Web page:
In 2016, New York Assembly Speaker Sheldon Silver went to prison for a bribery scheme involving legal referral fees. Legal referral fees are fees earned by attorneys not for doing work, but for funneling work to others. A relatively common practice amongst private attorneys, the fees can be a method to conceal bribes and other kickback schemes involving public officials.
Texas must pass genuine ethics reform that prevents the Lone Star State from going the way of New York. Those lawmakers who are also attorneys should be required to disclose any legal referral fees they receive so that Texans can decide whether they present a conflict of interest.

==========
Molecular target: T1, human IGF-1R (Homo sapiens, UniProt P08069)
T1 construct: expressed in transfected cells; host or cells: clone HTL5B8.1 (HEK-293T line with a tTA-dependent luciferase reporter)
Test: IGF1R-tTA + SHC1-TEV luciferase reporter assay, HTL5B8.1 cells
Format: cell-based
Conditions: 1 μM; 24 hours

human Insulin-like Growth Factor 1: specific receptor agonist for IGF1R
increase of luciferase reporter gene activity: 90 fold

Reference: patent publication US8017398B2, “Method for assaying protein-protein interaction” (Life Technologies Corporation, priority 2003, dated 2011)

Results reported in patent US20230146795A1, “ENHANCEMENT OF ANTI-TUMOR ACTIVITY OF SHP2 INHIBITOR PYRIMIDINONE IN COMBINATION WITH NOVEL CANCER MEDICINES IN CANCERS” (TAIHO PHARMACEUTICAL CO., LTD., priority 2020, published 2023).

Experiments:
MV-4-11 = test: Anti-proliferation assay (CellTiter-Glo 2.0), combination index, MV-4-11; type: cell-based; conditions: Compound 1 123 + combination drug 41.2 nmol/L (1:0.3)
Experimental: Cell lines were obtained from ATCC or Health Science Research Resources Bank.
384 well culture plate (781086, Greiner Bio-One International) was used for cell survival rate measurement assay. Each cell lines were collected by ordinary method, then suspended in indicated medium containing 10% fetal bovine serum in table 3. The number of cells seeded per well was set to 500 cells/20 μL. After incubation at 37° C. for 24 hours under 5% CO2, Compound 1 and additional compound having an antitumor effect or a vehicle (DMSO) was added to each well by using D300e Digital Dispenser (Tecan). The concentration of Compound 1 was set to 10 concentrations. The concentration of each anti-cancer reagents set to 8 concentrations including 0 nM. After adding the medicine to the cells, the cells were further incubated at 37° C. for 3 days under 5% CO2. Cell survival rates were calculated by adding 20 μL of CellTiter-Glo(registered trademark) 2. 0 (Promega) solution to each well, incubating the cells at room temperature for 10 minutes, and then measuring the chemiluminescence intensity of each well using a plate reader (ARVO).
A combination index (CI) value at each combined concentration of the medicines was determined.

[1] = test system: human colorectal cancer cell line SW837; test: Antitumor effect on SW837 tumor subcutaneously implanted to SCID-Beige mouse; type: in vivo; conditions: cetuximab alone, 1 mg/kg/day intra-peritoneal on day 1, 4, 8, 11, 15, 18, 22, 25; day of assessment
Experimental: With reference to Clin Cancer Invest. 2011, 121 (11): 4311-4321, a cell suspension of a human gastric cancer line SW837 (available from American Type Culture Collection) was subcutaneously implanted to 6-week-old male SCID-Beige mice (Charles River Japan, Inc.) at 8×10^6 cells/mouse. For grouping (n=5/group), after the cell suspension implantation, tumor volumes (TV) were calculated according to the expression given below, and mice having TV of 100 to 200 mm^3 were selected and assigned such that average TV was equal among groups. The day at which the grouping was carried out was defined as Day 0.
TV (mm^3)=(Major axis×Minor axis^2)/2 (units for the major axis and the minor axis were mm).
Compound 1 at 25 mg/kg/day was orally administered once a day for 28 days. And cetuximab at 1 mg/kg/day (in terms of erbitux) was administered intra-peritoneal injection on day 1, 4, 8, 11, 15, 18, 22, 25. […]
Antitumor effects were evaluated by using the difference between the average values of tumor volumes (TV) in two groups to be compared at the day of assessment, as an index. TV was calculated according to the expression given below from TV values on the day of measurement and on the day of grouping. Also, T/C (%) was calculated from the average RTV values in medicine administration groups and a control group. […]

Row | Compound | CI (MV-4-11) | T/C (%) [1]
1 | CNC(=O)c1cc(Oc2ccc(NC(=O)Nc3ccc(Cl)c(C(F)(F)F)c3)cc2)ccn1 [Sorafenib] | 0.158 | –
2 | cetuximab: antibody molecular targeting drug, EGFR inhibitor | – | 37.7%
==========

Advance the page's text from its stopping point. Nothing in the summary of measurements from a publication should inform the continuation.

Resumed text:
Likewise, a number of Texas lawmakers profit by serving as “bond counsel” for the issuance of public debt. These lawmakers stand to earn standard fees, often for providing little actual work.
Taxpayers should know if their representatives are earning a living promoting more and more state and local debt.
Aside from the conflict inherent in public officials profiting from the issuance of bonds, the fees are an additional method taxing entities can use to gain favor with lawmakers who have authority over them.
These conflicts must be exposed and eliminated.